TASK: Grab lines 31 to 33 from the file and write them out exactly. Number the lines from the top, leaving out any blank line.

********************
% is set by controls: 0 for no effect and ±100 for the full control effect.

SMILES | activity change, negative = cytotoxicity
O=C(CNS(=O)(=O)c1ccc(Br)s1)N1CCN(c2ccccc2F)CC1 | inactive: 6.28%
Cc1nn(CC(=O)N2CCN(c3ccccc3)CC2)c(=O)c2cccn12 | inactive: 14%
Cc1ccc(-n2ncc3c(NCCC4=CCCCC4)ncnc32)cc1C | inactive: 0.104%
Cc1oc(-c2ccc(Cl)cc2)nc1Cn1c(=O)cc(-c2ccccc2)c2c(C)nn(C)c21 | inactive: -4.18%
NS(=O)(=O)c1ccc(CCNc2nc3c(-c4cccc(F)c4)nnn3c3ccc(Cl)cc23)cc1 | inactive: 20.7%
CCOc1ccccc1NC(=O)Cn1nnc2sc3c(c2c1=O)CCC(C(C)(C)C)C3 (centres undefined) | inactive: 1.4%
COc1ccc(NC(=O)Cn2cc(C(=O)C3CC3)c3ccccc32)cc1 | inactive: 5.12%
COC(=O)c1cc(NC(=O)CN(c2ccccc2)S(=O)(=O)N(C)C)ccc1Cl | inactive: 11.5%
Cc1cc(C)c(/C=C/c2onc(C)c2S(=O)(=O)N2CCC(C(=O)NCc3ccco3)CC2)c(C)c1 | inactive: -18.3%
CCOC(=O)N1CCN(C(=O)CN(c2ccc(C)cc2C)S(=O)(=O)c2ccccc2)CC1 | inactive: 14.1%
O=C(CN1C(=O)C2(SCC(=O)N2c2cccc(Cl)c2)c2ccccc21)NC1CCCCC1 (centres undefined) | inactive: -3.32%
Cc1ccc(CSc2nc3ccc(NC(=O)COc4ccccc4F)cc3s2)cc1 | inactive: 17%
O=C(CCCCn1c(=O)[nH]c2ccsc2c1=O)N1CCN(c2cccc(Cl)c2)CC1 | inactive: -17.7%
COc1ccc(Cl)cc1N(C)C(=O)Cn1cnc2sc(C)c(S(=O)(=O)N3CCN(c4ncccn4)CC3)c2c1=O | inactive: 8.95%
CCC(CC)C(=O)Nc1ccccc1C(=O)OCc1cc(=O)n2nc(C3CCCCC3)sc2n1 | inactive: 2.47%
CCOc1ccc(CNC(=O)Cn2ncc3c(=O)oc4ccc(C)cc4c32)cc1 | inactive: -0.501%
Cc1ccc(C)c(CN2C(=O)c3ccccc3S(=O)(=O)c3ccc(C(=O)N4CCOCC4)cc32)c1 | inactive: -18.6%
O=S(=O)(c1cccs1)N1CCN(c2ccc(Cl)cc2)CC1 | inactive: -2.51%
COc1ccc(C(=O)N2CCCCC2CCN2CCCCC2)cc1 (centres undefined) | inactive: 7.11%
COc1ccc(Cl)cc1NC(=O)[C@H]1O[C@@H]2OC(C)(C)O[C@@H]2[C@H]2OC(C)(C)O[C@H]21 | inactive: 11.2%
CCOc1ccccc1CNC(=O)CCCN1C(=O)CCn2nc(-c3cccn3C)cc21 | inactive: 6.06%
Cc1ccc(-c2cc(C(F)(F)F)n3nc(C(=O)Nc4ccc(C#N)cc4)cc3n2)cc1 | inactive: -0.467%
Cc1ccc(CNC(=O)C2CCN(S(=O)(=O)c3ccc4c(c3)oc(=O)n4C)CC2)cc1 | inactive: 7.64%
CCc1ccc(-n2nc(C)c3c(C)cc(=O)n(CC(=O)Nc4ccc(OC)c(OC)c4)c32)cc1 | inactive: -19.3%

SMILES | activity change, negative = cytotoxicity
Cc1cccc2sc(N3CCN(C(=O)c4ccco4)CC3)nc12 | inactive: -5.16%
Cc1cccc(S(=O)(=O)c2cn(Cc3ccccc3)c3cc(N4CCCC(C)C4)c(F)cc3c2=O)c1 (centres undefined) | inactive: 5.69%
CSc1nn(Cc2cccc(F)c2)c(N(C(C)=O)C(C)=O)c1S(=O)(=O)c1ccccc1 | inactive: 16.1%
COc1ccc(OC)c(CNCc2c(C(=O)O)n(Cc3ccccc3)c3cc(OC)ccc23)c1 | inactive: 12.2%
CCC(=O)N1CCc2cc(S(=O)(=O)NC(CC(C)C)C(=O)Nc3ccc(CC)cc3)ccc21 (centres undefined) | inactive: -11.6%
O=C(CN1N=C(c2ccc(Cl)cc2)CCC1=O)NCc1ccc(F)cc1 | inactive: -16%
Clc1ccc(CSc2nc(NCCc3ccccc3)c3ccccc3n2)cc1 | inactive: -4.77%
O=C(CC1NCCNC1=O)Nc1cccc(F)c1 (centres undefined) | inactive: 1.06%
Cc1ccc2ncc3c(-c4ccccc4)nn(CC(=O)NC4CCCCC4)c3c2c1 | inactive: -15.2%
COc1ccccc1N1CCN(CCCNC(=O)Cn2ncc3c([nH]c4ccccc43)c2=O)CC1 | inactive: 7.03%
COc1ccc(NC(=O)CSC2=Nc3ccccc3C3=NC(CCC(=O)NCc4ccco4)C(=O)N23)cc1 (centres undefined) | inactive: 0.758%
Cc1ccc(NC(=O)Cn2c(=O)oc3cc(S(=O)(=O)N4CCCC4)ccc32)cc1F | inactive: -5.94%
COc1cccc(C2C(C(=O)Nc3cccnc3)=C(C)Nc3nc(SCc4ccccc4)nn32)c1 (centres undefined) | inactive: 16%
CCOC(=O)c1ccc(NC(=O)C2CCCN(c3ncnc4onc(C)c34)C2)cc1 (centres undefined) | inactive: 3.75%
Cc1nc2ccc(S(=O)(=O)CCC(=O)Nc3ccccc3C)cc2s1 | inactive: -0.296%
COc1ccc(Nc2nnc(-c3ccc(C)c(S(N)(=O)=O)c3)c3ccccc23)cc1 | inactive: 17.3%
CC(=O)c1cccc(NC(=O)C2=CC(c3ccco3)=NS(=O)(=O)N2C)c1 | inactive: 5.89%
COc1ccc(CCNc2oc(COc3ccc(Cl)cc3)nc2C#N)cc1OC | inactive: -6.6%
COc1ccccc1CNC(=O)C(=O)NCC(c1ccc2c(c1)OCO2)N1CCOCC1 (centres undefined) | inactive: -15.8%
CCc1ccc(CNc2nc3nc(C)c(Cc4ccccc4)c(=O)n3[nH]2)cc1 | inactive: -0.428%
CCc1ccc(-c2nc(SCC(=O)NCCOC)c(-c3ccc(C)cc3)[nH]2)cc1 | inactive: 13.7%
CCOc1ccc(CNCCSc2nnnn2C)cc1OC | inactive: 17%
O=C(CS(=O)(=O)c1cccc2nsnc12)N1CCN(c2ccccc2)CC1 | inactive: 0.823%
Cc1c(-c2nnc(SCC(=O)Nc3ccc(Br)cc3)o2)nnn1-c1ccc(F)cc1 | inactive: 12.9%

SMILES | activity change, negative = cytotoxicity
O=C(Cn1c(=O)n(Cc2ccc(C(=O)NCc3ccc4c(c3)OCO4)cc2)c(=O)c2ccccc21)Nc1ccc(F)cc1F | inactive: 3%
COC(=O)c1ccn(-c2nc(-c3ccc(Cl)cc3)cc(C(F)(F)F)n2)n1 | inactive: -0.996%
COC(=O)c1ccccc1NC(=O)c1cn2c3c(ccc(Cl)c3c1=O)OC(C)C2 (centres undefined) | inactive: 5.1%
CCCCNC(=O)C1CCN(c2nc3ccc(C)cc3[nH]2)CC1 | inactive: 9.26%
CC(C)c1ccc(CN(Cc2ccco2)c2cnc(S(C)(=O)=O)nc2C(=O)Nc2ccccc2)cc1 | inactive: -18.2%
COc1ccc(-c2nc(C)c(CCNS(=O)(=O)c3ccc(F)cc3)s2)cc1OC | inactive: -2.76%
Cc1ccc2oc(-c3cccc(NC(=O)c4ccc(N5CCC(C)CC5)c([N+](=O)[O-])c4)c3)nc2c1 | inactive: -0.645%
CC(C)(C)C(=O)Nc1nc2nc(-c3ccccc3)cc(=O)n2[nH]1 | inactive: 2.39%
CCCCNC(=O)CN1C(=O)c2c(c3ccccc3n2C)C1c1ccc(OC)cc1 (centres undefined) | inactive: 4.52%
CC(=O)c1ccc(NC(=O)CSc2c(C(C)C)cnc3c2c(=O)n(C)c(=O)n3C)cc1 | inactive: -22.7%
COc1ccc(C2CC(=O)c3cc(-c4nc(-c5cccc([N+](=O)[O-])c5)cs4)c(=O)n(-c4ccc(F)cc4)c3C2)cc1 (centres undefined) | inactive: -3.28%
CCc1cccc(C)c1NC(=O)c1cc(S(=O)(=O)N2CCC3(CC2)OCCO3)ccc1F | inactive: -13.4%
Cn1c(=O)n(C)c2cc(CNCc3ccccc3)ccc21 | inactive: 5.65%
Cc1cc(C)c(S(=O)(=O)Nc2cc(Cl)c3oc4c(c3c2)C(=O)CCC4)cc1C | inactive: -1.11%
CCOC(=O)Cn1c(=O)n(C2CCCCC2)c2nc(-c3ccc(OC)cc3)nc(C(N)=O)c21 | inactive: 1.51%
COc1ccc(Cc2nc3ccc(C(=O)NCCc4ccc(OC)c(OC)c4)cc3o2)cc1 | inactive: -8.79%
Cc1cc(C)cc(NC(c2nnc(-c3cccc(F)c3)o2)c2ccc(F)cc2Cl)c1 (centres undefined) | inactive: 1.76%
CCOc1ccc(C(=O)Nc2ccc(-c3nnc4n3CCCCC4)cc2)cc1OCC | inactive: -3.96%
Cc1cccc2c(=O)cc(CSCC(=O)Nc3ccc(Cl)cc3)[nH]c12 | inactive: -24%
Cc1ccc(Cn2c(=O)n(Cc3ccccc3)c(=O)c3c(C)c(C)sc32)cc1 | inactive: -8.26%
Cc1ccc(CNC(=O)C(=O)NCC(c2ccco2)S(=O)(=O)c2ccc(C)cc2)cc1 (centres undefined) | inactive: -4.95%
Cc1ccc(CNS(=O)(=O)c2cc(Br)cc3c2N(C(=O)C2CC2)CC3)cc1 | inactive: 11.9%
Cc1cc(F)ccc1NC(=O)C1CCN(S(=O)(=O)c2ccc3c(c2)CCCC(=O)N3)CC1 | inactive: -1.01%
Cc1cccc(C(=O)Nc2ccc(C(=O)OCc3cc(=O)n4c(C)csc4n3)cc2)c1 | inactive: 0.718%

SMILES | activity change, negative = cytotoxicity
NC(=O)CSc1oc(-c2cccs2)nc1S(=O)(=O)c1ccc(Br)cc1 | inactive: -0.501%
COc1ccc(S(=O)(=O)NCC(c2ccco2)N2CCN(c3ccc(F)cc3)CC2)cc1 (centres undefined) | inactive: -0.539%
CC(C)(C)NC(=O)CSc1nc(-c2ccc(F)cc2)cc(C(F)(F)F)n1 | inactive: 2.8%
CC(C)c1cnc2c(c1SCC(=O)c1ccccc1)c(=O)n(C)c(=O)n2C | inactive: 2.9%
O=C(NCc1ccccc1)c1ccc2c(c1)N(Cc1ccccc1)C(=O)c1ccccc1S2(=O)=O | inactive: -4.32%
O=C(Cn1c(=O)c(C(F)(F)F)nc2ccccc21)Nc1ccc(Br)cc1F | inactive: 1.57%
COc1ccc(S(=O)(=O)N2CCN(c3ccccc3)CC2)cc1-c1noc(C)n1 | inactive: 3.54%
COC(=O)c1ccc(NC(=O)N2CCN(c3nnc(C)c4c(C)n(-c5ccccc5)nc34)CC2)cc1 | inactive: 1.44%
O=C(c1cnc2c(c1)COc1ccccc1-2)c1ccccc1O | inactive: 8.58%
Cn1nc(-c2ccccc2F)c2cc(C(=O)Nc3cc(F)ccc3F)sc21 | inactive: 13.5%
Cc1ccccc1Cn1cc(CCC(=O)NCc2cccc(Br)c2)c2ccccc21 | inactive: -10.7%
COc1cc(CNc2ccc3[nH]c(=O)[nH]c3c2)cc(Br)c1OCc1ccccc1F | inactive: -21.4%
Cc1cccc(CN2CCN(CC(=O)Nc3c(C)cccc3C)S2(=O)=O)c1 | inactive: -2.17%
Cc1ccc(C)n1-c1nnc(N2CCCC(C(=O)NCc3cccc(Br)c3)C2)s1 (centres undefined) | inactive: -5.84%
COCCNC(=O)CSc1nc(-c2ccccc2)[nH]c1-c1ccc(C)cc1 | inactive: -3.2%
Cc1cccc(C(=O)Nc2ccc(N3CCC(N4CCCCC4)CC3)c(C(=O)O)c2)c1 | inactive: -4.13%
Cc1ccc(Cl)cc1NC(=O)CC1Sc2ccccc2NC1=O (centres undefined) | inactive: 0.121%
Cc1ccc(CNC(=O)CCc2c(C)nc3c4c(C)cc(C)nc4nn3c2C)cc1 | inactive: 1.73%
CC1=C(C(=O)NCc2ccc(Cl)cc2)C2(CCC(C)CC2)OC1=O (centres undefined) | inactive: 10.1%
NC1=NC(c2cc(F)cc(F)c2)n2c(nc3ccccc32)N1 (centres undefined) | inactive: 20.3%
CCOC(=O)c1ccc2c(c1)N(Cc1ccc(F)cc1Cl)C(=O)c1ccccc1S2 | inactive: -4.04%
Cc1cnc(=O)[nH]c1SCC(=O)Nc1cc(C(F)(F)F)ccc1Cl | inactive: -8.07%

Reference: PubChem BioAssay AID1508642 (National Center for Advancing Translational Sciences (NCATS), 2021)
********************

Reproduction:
COc1ccc(OC)c(CNCc2c(C(=O)O)n(Cc3ccccc3)c3cc(OC)ccc23)c1 | inactive: 12.2%
CCC(=O)N1CCc2cc(S(=O)(=O)NC(CC(C)C)C(=O)Nc3ccc(CC)cc3)ccc21 (centres undefined) | inactive: -11.6%
O=C(CN1N=C(c2ccc(Cl)cc2)CCC1=O)NCc1ccc(F)cc1 | inactive: -16%